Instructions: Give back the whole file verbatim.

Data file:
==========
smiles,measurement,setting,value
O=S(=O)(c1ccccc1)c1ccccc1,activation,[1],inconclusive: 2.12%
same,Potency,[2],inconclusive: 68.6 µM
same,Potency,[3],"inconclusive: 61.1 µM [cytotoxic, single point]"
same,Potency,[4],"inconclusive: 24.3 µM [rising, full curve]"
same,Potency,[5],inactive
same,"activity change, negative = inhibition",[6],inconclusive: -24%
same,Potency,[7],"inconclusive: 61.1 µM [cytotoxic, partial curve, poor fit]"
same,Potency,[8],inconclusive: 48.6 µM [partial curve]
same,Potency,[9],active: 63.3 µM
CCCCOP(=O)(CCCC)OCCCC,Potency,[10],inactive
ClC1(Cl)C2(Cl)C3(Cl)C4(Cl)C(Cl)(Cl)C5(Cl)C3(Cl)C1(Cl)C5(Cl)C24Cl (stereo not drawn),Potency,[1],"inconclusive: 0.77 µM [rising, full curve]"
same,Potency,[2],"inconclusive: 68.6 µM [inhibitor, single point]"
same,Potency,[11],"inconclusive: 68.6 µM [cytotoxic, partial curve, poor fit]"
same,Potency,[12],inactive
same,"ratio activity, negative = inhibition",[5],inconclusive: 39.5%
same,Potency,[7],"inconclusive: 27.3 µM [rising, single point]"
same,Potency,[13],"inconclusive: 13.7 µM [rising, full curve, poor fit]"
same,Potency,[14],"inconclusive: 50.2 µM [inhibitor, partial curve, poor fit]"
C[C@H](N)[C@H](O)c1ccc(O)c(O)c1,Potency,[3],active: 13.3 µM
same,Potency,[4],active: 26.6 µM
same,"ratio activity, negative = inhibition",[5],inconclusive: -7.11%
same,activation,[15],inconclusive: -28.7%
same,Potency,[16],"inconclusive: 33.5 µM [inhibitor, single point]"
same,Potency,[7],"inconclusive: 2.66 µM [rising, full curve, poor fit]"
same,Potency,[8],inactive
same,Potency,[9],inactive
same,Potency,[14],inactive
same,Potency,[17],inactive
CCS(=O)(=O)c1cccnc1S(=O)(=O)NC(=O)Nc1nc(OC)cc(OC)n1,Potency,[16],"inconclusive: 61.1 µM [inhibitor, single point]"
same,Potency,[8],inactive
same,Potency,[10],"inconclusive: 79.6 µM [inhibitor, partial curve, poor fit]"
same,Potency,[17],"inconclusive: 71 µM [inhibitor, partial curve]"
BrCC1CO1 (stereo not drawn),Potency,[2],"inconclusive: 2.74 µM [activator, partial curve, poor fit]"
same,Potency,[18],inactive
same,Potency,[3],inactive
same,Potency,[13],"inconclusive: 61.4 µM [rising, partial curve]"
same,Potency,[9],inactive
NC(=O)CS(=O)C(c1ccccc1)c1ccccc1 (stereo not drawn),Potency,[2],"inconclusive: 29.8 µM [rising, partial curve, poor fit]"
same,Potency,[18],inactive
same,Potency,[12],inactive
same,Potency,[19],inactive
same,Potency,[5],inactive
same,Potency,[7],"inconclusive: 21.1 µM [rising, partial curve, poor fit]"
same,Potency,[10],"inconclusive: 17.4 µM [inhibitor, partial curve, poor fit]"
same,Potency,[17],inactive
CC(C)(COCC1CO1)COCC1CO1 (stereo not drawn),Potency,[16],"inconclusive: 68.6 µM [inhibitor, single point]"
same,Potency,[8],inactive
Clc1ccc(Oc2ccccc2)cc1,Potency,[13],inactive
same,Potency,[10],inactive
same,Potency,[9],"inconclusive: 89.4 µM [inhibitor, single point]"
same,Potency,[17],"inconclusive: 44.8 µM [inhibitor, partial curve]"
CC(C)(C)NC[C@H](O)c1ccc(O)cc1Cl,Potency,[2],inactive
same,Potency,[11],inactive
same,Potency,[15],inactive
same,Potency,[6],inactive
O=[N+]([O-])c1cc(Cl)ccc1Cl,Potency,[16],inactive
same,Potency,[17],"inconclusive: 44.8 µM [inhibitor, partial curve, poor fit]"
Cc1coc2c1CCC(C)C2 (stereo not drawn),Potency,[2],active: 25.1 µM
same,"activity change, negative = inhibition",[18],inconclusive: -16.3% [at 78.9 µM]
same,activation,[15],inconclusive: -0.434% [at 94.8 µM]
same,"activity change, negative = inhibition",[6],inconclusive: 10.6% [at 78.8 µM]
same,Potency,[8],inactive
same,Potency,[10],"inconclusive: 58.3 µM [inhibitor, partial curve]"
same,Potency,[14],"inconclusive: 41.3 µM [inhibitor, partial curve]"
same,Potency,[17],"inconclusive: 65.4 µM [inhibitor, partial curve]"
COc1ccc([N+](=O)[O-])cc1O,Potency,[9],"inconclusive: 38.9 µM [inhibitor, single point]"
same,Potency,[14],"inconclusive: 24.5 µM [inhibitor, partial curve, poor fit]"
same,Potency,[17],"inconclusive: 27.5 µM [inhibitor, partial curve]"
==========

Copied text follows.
smiles,measurement,setting,value
O=S(=O)(c1ccccc1)c1ccccc1,activation,[1],inconclusive: 2.12%
same,Potency,[2],inconclusive: 68.6 µM
same,Potency,[3],"inconclusive: 61.1 µM [cytotoxic, single point]"
same,Potency,[4],"inconclusive: 24.3 µM [rising, full curve]"
same,Potency,[5],inactive
same,"activity change, negative = inhibition",[6],inconclusive: -24%
same,Potency,[7],"inconclusive: 61.1 µM [cytotoxic, partial curve, poor fit]"
same,Potency,[8],inconclusive: 48.6 µM [partial curve]
same,Potency,[9],active: 63.3 µM
CCCCOP(=O)(CCCC)OCCCC,Potency,[10],inactive
ClC1(Cl)C2(Cl)C3(Cl)C4(Cl)C(Cl)(Cl)C5(Cl)C3(Cl)C1(Cl)C5(Cl)C24Cl (stereo not drawn),Potency,[1],"inconclusive: 0.77 µM [rising, full curve]"
same,Potency,[2],"inconclusive: 68.6 µM [inhibitor, single point]"
same,Potency,[11],"inconclusive: 68.6 µM [cytotoxic, partial curve, poor fit]"
same,Potency,[12],inactive
same,"ratio activity, negative = inhibition",[5],inconclusive: 39.5%
same,Potency,[7],"inconclusive: 27.3 µM [rising, single point]"
same,Potency,[13],"inconclusive: 13.7 µM [rising, full curve, poor fit]"
same,Potency,[14],"inconclusive: 50.2 µM [inhibitor, partial curve, poor fit]"
C[C@H](N)[C@H](O)c1ccc(O)c(O)c1,Potency,[3],active: 13.3 µM
same,Potency,[4],active: 26.6 µM
same,"ratio activity, negative = inhibition",[5],inconclusive: -7.11%
same,activation,[15],inconclusive: -28.7%
same,Potency,[16],"inconclusive: 33.5 µM [inhibitor, single point]"
same,Potency,[7],"inconclusive: 2.66 µM [rising, full curve, poor fit]"
same,Potency,[8],inactive
same,Potency,[9],inactive
same,Potency,[14],inactive
same,Potency,[17],inactive
CCS(=O)(=O)c1cccnc1S(=O)(=O)NC(=O)Nc1nc(OC)cc(OC)n1,Potency,[16],"inconclusive: 61.1 µM [inhibitor, single point]"
same,Potency,[8],inactive
same,Potency,[10],"inconclusive: 79.6 µM [inhibitor, partial curve, poor fit]"
same,Potency,[17],"inconclusive: 71 µM [inhibitor, partial curve]"
BrCC1CO1 (stereo not drawn),Potency,[2],"inconclusive: 2.74 µM [activator, partial curve, poor fit]"
same,Potency,[18],inactive
same,Potency,[3],inactive
same,Potency,[13],"inconclusive: 61.4 µM [rising, partial curve]"
same,Potency,[9],inactive
NC(=O)CS(=O)C(c1ccccc1)c1ccccc1 (stereo not drawn),Potency,[2],"inconclusive: 29.8 µM [rising, partial curve, poor fit]"
same,Potency,[18],inactive
same,Potency,[12],inactive
same,Potency,[19],inactive
same,Potency,[5],inactive
same,Potency,[7],"inconclusive: 21.1 µM [rising, partial curve, poor fit]"
same,Potency,[10],"inconclusive: 17.4 µM [inhibitor, partial curve, poor fit]"
same,Potency,[17],inactive
CC(C)(COCC1CO1)COCC1CO1 (stereo not drawn),Potency,[16],"inconclusive: 68.6 µM [inhibitor, single point]"
same,Potency,[8],inactive
Clc1ccc(Oc2ccccc2)cc1,Potency,[13],inactive
same,Potency,[10],inactive
same,Potency,[9],"inconclusive: 89.4 µM [inhibitor, single point]"
same,Potency,[17],"inconclusive: 44.8 µM [inhibitor, partial curve]"
CC(C)(C)NC[C@H](O)c1ccc(O)cc1Cl,Potency,[2],inactive
same,Potency,[11],inactive
same,Potency,[15],inactive
same,Potency,[6],inactive
O=[N+]([O-])c1cc(Cl)ccc1Cl,Potency,[16],inactive
same,Potency,[17],"inconclusive: 44.8 µM [inhibitor, partial curve, poor fit]"
Cc1coc2c1CCC(C)C2 (stereo not drawn),Potency,[2],active: 25.1 µM
same,"activity change, negative = inhibition",[18],inconclusive: -16.3% [at 78.9 µM]
same,activation,[15],inconclusive: -0.434% [at 94.8 µM]
same,"activity change, negative = inhibition",[6],inconclusive: 10.6% [at 78.8 µM]
same,Potency,[8],inactive
same,Potency,[10],"inconclusive: 58.3 µM [inhibitor, partial curve]"
same,Potency,[14],"inconclusive: 41.3 µM [inhibitor, partial curve]"
same,Potency,[17],"inconclusive: 65.4 µM [inhibitor, partial curve]"
COc1ccc([N+](=O)[O-])cc1O,Potency,[9],"inconclusive: 38.9 µM [inhibitor, single point]"
same,Potency,[14],"inconclusive: 24.5 µM [inhibitor, partial curve, poor fit]"
same,Potency,[17],"inconclusive: 27.5 µM [inhibitor, partial curve]"